Film-maker Simon Smith has made another silent cinema mashup to delight any Londoner. His previous film spliced scenes from Friese-Greene’s The Open Road (1927) with the same London streets filmed in 2013. The new clip embeds scenes from the Wonderful London actuality into vistas of the capital in 2014. The effect is stunning – it’s fascinating to compare London as it is and as it was, and as the 1920s city-dwellers step out of their fuzzy sepia frames they become ghosts haunting our 21st-century streets.
As much as London has been rebuilt and redeveloped over the past century, this clip reminds us that its past has not been erased, just sunk below the surface.
Update: the Flowers of London interactive goes live on 7th February, otherwise known as tomorrow.
A dangerous opportunity for silent movie fans this: time to put one’s money where one’s mouth resides and customise a film soundtrack of your very own. Arts website The Space, together with the BFI and The New Radiophonic Workshop, has built an interactive online player that allows users to mix different audio elements to accompany a film. The title they have chosen is Flowers of London (1924), from the Wonderful London series of 1920s travelogues.
Flowers of London will be published on The Space on February 7. Part of a series of silent shorts, Flowers of London is a poignant evocation of London – the city’s dirty streets contrasting with images of flowers, a symbol of hope throughout the film. The New Radiophonic Workshop, led by composer Matthew Herbert, brought in sound-effects experts alongside award-winning writer Laura Wade to add new dimensions to the film. Viewers have complete control of their listening experience and can choose their own combination of sound-effects, music and narrative … audiences can customise their own experience by deciding which soundtrack or combination of soundtracks the film should have, choosing to hear the New Radiophonic Workshop’s full mix or to use the player to select from the seven different combinations.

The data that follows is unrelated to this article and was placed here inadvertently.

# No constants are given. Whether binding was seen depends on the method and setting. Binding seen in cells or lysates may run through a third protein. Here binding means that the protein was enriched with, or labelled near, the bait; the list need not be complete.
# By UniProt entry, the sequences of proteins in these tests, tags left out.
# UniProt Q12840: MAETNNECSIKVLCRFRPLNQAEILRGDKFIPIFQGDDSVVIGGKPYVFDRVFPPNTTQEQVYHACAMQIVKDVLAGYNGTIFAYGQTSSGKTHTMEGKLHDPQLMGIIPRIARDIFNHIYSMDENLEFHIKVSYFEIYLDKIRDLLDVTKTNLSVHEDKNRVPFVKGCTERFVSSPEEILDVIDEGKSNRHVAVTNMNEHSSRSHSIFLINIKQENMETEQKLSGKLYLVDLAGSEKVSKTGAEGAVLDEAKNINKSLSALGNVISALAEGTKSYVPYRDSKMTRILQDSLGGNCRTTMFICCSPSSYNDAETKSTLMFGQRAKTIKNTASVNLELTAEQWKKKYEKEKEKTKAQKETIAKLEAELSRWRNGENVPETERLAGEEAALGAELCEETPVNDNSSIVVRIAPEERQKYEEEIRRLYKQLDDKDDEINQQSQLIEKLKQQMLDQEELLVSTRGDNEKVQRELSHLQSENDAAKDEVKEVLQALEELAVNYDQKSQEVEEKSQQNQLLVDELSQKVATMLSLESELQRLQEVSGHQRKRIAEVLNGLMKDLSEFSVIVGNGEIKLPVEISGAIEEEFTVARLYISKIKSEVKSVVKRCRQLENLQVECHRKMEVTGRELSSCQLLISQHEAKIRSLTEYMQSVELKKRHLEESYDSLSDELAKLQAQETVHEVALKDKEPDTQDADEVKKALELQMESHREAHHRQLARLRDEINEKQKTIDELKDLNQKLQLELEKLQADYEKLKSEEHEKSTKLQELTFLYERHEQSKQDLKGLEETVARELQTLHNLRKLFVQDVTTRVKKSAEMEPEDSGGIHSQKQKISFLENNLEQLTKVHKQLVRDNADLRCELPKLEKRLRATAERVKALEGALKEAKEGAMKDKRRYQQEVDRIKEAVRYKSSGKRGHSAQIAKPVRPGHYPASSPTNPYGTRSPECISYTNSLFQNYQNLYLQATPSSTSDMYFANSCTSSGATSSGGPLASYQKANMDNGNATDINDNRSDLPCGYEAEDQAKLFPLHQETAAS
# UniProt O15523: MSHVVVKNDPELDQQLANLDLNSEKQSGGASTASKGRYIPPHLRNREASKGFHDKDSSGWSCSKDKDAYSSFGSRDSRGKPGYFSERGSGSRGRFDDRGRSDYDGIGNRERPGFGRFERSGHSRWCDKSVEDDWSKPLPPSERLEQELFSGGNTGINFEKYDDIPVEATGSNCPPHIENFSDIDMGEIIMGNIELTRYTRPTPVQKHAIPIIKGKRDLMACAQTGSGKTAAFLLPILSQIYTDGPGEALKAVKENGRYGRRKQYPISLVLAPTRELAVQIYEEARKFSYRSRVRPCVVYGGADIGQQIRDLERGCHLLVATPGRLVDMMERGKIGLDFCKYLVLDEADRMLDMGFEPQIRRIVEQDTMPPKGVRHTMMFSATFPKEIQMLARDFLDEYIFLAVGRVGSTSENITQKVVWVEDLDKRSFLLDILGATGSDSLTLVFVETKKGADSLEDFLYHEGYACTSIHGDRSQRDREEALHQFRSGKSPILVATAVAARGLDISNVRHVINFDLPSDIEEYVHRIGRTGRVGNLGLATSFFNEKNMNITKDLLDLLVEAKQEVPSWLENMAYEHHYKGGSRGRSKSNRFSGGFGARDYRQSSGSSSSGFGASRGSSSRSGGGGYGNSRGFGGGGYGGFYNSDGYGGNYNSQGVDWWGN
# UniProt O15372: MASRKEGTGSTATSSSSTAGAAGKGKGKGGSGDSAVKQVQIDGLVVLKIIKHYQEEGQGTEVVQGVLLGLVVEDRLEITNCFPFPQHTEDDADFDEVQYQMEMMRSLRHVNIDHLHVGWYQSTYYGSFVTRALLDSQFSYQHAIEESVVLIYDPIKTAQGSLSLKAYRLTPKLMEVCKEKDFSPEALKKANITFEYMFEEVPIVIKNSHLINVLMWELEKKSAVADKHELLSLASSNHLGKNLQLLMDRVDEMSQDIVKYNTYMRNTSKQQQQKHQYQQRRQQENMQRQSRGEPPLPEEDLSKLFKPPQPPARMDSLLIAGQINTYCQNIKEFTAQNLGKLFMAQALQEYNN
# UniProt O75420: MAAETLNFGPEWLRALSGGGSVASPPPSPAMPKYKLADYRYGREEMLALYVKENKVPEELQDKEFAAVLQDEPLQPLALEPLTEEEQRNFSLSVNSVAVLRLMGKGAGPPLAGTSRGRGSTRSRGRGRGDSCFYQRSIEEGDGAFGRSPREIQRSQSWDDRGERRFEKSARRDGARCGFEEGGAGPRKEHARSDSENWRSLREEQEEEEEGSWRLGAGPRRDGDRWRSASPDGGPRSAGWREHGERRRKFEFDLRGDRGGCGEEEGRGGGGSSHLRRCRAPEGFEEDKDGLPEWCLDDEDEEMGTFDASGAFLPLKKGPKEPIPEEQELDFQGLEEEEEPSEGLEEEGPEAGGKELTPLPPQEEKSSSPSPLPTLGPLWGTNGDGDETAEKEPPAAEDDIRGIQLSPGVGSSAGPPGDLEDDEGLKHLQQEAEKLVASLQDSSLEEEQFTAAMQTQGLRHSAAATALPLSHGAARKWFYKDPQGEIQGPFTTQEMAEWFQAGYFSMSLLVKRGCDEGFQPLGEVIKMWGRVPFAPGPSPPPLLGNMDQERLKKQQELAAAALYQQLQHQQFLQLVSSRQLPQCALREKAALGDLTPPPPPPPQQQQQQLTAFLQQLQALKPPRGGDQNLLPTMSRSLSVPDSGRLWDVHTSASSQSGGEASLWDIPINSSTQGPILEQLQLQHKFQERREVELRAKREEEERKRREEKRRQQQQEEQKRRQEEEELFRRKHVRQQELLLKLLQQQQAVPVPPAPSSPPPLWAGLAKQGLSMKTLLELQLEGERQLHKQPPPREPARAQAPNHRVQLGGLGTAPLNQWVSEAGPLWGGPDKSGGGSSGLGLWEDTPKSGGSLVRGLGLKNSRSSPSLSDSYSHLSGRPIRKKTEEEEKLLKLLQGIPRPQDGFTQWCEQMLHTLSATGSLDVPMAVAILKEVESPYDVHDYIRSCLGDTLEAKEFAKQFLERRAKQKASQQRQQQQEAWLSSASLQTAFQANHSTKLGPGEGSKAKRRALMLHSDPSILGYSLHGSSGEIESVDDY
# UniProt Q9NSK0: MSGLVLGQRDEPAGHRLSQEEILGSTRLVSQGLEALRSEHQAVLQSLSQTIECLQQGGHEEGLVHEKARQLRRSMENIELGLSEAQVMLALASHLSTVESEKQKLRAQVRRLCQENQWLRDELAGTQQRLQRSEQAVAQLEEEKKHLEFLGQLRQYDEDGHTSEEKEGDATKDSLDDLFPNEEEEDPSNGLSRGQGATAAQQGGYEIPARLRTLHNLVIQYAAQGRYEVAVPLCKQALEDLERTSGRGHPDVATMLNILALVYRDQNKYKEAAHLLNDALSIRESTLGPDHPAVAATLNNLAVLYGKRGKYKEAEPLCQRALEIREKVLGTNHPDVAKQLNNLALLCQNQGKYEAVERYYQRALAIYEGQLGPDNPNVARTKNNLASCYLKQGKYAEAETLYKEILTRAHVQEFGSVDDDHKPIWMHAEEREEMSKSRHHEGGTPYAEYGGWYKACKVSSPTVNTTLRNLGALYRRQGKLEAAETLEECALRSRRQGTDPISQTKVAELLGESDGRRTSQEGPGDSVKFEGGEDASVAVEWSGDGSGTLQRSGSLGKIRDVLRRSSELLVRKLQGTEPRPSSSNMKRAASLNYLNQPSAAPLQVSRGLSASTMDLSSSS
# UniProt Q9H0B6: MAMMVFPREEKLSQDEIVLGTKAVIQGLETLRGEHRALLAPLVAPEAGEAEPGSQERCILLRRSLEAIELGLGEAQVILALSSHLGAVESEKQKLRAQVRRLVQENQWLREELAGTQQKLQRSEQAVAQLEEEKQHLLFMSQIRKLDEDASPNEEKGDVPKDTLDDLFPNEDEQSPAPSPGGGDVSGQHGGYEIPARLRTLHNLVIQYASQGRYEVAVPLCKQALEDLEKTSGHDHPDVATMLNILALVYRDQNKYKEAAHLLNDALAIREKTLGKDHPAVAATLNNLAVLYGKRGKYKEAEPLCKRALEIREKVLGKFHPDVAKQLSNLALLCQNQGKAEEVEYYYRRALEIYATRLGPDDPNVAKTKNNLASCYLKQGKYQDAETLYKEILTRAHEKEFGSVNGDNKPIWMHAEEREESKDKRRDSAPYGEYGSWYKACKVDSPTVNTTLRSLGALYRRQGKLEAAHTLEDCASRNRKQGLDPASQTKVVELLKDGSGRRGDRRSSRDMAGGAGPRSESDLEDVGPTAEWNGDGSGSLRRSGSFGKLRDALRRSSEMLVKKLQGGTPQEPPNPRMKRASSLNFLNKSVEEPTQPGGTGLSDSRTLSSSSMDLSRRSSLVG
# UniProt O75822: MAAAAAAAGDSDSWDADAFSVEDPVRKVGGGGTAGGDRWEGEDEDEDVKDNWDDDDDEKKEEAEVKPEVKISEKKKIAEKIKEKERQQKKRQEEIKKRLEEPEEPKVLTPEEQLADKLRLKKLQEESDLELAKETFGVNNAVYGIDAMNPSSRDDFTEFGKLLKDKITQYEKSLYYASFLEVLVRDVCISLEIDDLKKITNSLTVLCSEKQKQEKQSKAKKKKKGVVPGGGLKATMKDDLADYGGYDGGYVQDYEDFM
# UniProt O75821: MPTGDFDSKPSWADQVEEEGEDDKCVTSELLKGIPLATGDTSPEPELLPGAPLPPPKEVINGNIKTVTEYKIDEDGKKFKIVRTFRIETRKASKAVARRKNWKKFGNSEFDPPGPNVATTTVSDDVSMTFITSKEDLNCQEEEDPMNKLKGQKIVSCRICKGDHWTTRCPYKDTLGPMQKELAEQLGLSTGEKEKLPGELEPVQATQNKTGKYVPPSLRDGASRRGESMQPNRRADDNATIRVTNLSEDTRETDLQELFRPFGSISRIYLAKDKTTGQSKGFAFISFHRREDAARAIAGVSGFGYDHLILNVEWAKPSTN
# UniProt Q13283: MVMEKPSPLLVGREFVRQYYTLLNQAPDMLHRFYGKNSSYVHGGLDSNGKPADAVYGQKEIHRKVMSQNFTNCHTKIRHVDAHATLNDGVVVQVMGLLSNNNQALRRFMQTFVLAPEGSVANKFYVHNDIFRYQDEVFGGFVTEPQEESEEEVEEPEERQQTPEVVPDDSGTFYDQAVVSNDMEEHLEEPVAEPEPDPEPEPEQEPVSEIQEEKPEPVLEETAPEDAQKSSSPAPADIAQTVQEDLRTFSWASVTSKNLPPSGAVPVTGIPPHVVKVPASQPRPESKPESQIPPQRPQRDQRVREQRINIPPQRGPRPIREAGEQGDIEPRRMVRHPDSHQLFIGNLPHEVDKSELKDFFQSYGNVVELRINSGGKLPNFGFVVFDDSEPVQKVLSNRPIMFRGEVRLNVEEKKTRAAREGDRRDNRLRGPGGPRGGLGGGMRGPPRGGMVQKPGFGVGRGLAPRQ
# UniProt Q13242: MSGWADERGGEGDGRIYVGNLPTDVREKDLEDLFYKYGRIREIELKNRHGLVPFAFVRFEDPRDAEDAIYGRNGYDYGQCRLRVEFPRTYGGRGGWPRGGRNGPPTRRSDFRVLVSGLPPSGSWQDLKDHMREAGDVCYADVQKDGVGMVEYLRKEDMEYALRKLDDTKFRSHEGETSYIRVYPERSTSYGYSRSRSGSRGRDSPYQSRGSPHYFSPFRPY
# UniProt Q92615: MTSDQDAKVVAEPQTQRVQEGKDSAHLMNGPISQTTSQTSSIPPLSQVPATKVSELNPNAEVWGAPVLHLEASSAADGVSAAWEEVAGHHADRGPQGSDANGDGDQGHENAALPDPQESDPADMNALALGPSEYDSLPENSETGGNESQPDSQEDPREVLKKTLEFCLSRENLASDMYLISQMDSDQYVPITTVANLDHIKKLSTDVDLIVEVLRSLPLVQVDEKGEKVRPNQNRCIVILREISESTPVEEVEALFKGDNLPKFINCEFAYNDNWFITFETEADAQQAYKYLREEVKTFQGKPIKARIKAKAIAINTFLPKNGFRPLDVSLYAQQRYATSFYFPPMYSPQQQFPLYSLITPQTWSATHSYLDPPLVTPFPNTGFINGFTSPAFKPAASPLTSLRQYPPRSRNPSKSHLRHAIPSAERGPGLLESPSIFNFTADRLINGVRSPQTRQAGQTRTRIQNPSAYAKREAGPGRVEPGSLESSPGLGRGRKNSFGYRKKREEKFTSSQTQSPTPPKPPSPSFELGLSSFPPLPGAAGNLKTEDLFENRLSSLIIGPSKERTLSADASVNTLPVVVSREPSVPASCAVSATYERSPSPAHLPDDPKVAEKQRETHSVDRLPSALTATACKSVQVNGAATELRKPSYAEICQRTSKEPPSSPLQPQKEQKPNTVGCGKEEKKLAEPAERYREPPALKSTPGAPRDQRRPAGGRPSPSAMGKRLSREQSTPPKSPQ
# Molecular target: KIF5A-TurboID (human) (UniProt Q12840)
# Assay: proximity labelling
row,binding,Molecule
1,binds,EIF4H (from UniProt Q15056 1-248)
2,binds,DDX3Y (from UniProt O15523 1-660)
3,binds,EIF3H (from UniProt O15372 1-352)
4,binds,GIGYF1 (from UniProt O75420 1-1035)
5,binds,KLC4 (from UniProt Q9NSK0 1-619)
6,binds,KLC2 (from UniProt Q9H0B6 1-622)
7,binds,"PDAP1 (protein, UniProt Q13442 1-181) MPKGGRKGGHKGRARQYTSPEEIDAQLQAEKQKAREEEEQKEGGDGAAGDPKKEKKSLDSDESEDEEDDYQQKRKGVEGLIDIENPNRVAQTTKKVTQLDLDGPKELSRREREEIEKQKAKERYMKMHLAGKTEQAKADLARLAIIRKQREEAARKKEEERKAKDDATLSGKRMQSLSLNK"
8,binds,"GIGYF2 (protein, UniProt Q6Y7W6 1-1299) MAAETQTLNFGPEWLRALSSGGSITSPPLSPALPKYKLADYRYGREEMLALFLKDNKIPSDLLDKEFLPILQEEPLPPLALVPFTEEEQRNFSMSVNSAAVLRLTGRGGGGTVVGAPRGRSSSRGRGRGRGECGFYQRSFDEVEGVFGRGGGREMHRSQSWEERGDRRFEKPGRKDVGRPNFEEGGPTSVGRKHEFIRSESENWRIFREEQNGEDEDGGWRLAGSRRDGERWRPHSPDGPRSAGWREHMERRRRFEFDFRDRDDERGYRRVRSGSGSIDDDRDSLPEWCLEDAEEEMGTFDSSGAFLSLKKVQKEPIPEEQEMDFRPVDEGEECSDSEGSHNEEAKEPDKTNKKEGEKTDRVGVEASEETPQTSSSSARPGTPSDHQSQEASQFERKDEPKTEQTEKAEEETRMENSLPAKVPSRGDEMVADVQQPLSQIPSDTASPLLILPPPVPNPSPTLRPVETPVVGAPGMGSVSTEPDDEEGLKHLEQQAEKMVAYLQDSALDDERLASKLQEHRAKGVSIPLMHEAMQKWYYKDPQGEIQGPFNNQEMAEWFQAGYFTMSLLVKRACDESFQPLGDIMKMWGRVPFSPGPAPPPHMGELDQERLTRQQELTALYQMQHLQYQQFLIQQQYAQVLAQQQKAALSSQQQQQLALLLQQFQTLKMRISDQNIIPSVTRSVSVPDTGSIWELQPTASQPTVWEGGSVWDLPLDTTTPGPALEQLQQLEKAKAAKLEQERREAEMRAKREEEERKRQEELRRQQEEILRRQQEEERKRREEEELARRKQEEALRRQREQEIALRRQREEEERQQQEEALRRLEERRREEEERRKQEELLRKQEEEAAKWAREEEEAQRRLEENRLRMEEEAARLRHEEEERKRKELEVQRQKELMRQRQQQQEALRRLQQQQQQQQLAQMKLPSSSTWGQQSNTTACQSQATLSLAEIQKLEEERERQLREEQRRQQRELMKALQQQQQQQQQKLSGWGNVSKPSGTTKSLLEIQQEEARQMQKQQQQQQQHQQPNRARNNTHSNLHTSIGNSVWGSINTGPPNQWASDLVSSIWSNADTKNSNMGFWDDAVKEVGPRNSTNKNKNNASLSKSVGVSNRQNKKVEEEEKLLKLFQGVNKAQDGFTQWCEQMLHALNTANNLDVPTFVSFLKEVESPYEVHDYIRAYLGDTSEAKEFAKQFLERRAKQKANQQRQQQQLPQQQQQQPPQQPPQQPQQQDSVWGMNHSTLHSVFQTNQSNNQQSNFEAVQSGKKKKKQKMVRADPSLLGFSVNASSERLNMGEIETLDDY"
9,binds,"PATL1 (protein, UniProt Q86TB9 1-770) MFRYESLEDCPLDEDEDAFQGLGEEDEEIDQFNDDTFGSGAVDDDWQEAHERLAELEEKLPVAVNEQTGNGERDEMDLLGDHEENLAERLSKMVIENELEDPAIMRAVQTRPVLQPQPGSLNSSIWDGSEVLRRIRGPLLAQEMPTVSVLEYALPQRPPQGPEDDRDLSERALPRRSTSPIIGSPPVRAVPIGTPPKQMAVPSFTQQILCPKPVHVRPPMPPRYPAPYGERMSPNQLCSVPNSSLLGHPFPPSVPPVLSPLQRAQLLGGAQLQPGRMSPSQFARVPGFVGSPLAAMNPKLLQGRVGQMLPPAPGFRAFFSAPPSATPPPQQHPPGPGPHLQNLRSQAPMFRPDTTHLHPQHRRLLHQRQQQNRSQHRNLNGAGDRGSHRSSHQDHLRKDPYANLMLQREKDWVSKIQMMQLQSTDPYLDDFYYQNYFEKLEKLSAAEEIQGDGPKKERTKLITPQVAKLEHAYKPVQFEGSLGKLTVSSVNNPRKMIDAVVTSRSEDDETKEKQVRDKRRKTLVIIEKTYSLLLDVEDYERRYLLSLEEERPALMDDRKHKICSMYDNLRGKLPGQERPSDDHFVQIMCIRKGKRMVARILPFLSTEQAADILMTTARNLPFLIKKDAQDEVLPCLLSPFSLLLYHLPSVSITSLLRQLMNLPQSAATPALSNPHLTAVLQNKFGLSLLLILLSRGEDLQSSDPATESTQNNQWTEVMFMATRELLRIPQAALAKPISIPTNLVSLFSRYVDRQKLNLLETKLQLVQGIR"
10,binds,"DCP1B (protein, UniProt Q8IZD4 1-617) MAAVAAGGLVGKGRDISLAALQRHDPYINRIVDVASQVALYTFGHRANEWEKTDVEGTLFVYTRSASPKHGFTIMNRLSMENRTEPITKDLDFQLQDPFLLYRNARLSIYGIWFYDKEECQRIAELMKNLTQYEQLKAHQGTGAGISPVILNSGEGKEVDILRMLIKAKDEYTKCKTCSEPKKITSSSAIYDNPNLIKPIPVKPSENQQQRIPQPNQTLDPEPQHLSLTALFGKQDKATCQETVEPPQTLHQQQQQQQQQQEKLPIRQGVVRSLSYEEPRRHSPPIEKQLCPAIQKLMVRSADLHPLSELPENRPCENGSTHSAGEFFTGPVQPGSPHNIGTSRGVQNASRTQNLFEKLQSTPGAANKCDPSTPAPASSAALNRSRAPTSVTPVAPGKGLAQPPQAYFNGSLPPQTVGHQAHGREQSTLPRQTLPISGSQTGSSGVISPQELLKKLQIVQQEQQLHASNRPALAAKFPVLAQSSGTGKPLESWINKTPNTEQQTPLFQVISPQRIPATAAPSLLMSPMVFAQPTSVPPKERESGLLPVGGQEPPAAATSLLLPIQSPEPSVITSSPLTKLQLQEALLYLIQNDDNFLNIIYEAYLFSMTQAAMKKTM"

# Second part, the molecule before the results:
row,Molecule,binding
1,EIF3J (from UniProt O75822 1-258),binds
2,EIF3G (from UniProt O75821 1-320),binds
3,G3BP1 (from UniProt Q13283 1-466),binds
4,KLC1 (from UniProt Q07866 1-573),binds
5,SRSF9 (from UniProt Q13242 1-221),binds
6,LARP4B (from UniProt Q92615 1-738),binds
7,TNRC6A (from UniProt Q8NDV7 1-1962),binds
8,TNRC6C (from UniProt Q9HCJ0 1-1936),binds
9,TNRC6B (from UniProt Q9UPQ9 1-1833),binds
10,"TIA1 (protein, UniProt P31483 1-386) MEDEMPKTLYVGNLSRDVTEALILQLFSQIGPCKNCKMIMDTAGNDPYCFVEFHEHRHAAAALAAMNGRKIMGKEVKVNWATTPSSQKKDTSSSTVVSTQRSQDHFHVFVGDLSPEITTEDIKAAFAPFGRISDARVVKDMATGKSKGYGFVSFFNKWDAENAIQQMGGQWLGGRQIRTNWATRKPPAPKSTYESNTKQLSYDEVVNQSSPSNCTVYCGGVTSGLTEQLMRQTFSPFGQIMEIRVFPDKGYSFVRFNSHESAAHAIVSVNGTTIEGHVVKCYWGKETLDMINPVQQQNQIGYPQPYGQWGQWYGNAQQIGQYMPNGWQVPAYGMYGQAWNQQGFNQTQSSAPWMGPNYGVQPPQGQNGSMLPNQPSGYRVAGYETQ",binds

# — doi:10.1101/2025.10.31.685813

It’s not the first time that The Space has got involved with silent film: you may remember its live stream of the Champagne restoration last year, and the site currently hosts a collection of silent titles, including some very precious Shakespeare adaptations. The Flowers of London interactive is being touted as part of the site’s coverage of the art of silent film scoring in particular. You can watch a video in which Daniel Patrick Cohen discusses his score for The Pleasure Garden – and we’re promised similar insights from Simon Fisher Turner on his score for The Great White Silence.
The Flowers of London interactive goes live on 7 February so I haven’t had a chance to play with it yet. If you have a go, do let me know what you think in the comments below – particularly whether it enhances your enjoyment or understanding of the film. With sound-effects, voiceover and samples, you’re unlikely to make what we would think of as a “traditional” silent film score. Whatever that means.